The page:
How to Waste Spammer’s Time and Participate in the Race Against Spam
Over the years (and especially recently) I’ve been getting a lot of spam from poor, hapless folks in dire need of money (relatives of prices in Nigeria’s the big one here, although more recently I’ve had spam from people who were supposedly victims of Katrina, or a Tsunami, or a bad divorce, or they were in the right place at the right time just before a dictator was toppled…you get the idea), who offer you a small percentage of a ridiculous sum – usually millions of dollars – in exchange for your contact information or more likely, your bank account.
A couple times I’ve even had my parents – both intelligent people with advanced degrees – send me emails they’ve received to the effect of, “You may just have won the UK lottery,” and ask, “Is this for real?” This kind of spam, particularly the Nigerian ones, is called 419 spam. How can the average computer user take a step further than using simple spam blockers and fight back against the criminals who employ this method to gain the trust and money of unsuspecting internet users? One word: spambaiting.
Spambaiting is the practice of engaging the spammers – because these emails are most often sent and replied to by real, live people rather than bots – in long, meaningless diatribes that result in wasting their time and preventing them from going after more susceptible individuals. It’s kind of like trolling, but in reverse, and if you have time on your hands and a little bit of savvy, you can visit sites that will show you how you can fight against 419 spam at a grassroots level. What’s more, since it looks like a lot of 419 spam originates with people who don’t have a particularly good grasp of the English language, you can wind up with some pretty entertaining emails to show around the office next time the topic of spam comes up.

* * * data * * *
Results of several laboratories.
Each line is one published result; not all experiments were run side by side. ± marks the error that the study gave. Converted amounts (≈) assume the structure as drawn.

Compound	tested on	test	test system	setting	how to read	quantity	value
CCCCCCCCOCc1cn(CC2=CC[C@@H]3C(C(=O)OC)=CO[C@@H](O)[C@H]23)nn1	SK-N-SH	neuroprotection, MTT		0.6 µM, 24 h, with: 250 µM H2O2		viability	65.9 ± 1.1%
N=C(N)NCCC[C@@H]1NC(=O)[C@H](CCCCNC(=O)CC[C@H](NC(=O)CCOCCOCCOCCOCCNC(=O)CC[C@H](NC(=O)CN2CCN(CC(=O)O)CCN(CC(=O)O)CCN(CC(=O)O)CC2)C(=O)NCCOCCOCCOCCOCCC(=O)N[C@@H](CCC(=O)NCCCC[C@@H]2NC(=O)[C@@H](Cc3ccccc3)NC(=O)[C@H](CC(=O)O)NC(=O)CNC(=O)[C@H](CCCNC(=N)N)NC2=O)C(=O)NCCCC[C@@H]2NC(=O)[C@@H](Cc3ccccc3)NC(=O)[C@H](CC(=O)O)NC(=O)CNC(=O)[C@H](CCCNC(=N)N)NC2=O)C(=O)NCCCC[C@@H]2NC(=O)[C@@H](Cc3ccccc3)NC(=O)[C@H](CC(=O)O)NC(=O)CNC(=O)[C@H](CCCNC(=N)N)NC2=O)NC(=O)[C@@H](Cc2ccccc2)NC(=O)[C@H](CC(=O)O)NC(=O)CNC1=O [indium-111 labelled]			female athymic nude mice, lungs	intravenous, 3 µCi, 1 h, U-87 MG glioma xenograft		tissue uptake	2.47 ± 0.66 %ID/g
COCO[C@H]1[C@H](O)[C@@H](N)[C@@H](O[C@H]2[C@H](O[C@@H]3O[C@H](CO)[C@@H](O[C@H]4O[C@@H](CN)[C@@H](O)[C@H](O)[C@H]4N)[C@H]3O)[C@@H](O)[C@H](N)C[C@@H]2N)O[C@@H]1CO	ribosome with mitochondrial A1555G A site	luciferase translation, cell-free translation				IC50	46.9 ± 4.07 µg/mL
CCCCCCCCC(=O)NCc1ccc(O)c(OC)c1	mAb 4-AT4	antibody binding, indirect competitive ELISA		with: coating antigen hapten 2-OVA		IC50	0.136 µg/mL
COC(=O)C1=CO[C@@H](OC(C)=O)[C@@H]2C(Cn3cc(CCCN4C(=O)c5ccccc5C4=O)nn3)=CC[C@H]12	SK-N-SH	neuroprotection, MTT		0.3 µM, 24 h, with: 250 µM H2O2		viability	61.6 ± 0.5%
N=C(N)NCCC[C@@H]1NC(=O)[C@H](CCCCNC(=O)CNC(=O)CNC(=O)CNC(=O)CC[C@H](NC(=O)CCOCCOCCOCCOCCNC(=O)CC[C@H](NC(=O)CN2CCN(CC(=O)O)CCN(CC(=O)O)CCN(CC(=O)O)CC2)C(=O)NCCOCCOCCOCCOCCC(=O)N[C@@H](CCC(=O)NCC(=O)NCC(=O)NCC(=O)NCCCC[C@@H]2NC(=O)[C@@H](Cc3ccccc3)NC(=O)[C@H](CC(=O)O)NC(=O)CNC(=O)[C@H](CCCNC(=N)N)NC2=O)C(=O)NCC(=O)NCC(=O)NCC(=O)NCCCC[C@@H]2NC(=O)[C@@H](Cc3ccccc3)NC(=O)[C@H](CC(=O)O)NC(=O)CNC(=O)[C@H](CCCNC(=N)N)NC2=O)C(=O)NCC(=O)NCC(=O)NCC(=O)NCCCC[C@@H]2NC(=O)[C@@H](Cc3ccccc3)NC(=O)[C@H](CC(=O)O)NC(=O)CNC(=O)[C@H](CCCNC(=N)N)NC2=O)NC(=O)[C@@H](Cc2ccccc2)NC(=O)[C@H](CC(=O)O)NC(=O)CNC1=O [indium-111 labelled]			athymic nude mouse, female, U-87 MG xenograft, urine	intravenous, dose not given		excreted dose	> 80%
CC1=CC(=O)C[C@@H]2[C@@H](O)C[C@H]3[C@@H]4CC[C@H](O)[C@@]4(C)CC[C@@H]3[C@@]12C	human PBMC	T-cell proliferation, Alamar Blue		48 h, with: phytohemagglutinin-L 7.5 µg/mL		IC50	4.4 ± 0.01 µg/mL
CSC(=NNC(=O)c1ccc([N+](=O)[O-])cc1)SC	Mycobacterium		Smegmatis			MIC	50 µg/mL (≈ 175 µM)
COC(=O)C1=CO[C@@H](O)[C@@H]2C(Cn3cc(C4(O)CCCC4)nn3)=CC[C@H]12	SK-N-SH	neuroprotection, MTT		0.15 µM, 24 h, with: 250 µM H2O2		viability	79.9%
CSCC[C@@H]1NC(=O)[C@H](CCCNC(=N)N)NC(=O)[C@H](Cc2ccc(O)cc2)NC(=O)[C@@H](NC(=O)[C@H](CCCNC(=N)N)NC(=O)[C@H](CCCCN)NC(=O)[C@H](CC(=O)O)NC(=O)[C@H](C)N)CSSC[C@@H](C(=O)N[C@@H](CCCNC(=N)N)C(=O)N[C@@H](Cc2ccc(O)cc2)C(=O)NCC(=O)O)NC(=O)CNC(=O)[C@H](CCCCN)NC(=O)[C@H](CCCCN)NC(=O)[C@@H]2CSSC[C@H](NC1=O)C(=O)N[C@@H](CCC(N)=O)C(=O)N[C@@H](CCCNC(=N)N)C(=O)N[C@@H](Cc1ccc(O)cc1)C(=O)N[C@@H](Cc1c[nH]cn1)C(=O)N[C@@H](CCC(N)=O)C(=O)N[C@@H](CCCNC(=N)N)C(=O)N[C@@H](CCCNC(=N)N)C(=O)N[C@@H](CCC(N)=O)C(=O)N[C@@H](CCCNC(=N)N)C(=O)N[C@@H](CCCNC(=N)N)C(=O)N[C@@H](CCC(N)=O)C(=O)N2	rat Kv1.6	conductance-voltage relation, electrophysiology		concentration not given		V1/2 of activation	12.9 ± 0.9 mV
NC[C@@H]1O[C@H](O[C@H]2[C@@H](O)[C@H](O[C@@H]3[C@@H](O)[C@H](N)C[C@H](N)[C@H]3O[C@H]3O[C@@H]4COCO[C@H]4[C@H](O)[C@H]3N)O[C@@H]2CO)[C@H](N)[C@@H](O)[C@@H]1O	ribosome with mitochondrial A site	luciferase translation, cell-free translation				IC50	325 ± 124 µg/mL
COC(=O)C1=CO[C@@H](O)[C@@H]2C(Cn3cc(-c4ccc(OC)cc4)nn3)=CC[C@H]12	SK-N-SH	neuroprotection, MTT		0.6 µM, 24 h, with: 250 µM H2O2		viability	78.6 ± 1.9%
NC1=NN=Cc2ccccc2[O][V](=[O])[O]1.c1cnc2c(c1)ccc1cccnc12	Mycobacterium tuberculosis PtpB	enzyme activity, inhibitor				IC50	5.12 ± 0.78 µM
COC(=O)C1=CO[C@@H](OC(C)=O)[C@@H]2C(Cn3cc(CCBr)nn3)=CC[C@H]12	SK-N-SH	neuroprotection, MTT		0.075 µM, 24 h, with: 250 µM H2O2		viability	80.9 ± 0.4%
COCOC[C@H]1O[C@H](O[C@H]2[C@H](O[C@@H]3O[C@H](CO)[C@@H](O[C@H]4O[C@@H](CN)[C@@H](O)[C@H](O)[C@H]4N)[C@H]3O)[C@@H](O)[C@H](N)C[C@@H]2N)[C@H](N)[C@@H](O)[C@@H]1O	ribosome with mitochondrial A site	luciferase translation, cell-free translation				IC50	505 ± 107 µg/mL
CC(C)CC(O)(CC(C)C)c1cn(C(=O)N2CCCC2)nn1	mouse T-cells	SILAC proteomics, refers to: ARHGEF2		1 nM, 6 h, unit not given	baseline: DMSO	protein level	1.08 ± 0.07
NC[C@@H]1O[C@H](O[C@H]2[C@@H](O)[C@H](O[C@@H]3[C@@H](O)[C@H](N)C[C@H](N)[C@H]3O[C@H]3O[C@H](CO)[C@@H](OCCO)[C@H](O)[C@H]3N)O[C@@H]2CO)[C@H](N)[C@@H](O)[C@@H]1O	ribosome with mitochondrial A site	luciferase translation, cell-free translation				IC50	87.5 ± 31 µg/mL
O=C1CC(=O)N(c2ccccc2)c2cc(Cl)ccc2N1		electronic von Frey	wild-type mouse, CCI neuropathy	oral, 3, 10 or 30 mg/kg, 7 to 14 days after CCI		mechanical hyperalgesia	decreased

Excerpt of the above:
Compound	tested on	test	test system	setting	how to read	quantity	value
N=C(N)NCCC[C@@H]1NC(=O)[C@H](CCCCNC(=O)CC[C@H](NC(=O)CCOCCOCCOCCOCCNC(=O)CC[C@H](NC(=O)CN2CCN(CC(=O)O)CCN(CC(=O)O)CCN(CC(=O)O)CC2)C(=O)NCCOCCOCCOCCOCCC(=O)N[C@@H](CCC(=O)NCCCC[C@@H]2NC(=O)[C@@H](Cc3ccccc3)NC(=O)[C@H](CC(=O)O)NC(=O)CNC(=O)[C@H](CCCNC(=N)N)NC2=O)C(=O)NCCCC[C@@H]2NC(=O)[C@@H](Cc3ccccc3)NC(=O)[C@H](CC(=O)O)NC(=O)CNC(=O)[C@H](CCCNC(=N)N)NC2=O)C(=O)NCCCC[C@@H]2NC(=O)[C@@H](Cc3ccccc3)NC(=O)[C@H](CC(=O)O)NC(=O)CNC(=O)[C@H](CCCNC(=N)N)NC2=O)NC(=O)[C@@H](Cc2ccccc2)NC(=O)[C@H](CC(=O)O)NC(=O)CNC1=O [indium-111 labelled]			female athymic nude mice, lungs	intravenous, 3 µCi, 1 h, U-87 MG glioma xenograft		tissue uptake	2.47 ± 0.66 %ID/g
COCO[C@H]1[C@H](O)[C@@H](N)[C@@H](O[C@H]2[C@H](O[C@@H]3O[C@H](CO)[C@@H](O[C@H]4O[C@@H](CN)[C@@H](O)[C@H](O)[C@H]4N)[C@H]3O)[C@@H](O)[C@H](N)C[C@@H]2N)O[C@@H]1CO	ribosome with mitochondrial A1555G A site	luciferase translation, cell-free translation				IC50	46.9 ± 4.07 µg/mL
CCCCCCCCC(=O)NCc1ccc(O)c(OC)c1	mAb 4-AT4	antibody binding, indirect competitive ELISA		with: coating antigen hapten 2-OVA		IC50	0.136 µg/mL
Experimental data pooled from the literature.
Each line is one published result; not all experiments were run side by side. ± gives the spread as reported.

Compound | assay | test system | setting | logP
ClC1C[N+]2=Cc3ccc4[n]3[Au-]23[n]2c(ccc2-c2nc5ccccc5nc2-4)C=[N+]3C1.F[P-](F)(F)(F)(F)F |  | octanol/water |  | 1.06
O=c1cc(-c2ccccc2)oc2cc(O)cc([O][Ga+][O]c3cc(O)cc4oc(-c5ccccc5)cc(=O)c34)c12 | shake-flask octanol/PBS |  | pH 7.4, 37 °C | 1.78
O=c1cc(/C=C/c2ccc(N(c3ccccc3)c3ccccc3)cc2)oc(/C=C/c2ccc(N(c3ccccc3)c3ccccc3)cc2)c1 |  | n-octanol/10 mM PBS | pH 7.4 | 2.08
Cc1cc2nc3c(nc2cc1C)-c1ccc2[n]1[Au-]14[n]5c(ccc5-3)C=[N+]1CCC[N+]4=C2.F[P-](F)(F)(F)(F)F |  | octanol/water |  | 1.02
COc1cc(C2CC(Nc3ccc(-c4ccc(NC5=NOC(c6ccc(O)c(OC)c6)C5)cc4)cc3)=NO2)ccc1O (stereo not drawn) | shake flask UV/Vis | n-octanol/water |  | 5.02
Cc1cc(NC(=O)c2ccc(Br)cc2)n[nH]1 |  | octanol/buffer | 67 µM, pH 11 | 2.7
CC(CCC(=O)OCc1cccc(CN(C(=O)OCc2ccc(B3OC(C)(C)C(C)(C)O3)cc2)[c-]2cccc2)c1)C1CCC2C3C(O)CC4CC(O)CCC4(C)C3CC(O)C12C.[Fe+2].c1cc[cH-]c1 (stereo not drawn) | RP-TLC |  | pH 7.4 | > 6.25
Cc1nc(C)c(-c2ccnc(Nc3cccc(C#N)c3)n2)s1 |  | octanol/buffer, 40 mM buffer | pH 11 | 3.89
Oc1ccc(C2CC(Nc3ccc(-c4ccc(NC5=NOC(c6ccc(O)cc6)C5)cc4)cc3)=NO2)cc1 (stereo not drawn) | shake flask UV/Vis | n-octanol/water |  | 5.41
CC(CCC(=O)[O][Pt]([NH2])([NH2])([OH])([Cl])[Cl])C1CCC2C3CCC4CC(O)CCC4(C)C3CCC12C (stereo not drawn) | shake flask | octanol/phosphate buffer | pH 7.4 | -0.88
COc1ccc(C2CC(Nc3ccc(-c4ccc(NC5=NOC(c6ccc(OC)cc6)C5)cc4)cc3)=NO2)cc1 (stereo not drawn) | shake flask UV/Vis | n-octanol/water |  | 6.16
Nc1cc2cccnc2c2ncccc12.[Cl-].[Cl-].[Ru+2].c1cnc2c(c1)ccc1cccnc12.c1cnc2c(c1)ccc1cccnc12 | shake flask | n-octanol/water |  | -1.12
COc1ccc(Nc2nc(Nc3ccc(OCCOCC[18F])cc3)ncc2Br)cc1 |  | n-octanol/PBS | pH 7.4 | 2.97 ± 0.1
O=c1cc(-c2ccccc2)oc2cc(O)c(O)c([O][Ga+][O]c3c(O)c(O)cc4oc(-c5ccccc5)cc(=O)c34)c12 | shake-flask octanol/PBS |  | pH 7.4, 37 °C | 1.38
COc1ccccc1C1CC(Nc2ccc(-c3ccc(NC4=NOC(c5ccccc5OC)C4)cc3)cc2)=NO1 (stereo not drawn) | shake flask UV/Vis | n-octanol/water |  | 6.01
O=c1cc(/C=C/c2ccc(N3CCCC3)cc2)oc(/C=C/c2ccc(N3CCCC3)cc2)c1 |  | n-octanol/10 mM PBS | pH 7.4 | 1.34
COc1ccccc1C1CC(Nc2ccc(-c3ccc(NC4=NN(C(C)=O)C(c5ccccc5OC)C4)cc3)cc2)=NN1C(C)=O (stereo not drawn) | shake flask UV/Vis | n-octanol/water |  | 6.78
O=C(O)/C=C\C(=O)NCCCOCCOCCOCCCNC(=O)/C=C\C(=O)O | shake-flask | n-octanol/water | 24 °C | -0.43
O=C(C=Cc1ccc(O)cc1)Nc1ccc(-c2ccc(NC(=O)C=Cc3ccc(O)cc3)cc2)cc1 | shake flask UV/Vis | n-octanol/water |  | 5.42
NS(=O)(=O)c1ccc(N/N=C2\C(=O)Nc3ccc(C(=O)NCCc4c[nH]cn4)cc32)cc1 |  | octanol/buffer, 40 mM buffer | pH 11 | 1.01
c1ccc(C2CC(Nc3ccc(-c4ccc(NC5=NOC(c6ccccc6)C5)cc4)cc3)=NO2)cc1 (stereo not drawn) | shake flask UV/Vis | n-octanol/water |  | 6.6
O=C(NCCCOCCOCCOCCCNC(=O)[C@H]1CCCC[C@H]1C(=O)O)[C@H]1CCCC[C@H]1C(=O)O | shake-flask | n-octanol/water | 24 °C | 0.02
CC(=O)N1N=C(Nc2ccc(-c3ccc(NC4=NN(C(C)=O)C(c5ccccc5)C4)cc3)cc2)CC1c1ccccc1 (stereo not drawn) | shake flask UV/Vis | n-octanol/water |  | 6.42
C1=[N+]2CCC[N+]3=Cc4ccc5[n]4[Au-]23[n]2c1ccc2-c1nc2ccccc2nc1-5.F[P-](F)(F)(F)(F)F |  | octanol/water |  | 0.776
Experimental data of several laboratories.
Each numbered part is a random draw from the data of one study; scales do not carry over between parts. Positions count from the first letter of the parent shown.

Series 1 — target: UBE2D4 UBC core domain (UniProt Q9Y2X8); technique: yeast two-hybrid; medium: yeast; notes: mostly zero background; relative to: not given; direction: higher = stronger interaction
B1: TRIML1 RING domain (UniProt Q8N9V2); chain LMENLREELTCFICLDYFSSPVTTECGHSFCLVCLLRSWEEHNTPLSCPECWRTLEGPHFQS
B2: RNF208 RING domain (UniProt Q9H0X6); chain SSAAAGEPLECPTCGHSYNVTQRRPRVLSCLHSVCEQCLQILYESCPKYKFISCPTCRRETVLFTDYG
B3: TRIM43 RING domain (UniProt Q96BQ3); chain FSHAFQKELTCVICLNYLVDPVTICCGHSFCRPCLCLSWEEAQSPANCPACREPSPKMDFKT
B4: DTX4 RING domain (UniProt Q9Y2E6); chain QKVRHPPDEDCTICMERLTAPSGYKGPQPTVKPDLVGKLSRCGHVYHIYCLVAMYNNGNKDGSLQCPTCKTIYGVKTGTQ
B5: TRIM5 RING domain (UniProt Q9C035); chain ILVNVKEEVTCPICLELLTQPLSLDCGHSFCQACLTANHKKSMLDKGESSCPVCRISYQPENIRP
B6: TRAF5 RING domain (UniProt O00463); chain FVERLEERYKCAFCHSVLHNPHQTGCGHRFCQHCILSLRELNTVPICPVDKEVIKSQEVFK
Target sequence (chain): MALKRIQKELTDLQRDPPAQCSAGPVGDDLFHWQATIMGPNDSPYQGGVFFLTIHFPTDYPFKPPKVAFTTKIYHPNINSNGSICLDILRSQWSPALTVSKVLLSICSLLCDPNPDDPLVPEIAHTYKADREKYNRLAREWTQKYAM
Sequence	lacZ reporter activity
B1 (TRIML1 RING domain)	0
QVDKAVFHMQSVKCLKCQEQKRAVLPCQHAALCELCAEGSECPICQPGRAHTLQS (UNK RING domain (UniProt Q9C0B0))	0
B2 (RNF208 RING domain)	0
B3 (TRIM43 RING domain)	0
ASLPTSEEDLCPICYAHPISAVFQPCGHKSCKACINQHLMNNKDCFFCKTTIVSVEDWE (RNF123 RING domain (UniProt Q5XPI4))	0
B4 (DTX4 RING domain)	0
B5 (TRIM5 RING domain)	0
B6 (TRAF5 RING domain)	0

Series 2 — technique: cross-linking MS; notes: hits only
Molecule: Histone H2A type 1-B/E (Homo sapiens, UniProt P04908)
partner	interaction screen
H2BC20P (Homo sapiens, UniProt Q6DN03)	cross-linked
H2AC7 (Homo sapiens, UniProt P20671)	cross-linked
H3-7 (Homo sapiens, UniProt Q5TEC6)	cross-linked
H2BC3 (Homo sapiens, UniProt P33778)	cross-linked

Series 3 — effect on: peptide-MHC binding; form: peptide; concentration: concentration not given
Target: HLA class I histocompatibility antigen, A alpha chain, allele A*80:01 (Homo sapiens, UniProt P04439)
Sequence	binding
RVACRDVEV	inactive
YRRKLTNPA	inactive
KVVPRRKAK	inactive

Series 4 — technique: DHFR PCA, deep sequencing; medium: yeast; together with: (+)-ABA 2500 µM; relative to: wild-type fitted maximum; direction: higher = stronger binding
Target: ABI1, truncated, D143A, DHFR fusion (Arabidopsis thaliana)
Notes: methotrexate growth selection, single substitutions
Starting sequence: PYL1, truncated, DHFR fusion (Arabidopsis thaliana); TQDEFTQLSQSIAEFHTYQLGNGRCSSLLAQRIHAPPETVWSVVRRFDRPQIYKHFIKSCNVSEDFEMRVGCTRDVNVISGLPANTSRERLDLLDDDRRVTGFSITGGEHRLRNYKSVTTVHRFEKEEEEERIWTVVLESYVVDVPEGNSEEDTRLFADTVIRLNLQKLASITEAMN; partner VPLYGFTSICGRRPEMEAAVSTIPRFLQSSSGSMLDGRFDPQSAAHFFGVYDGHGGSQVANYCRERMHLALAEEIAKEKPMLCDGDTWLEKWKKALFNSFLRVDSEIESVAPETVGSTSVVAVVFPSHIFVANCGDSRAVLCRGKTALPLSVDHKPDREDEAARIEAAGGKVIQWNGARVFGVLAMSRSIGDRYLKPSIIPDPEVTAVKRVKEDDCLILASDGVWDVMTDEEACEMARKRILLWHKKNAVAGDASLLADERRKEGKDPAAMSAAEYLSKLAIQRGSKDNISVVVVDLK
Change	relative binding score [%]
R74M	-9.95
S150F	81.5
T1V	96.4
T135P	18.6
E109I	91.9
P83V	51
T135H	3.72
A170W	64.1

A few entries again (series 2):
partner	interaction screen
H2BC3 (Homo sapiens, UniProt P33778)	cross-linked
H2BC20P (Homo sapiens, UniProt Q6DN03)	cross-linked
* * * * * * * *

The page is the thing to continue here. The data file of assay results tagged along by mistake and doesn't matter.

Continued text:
Of course, there are some basic safety precautions you should take before you start engaging in spambaiting, since in the end the people you’re dealing with are breaking the law and trying to extract money from innocent victims. If you decide spambaiting is for you, remember not to use your real name (or even your real email address – as social networking sites become more prevalent it gets easier for spammers to figure out who you are and how to take advantage of your identity, so sign up for a fake account with a free provider) or to hand out any real information on yourself. Above all, be creative, and remember that whatever the spammer you’re dealing with might say, you’re the one in control.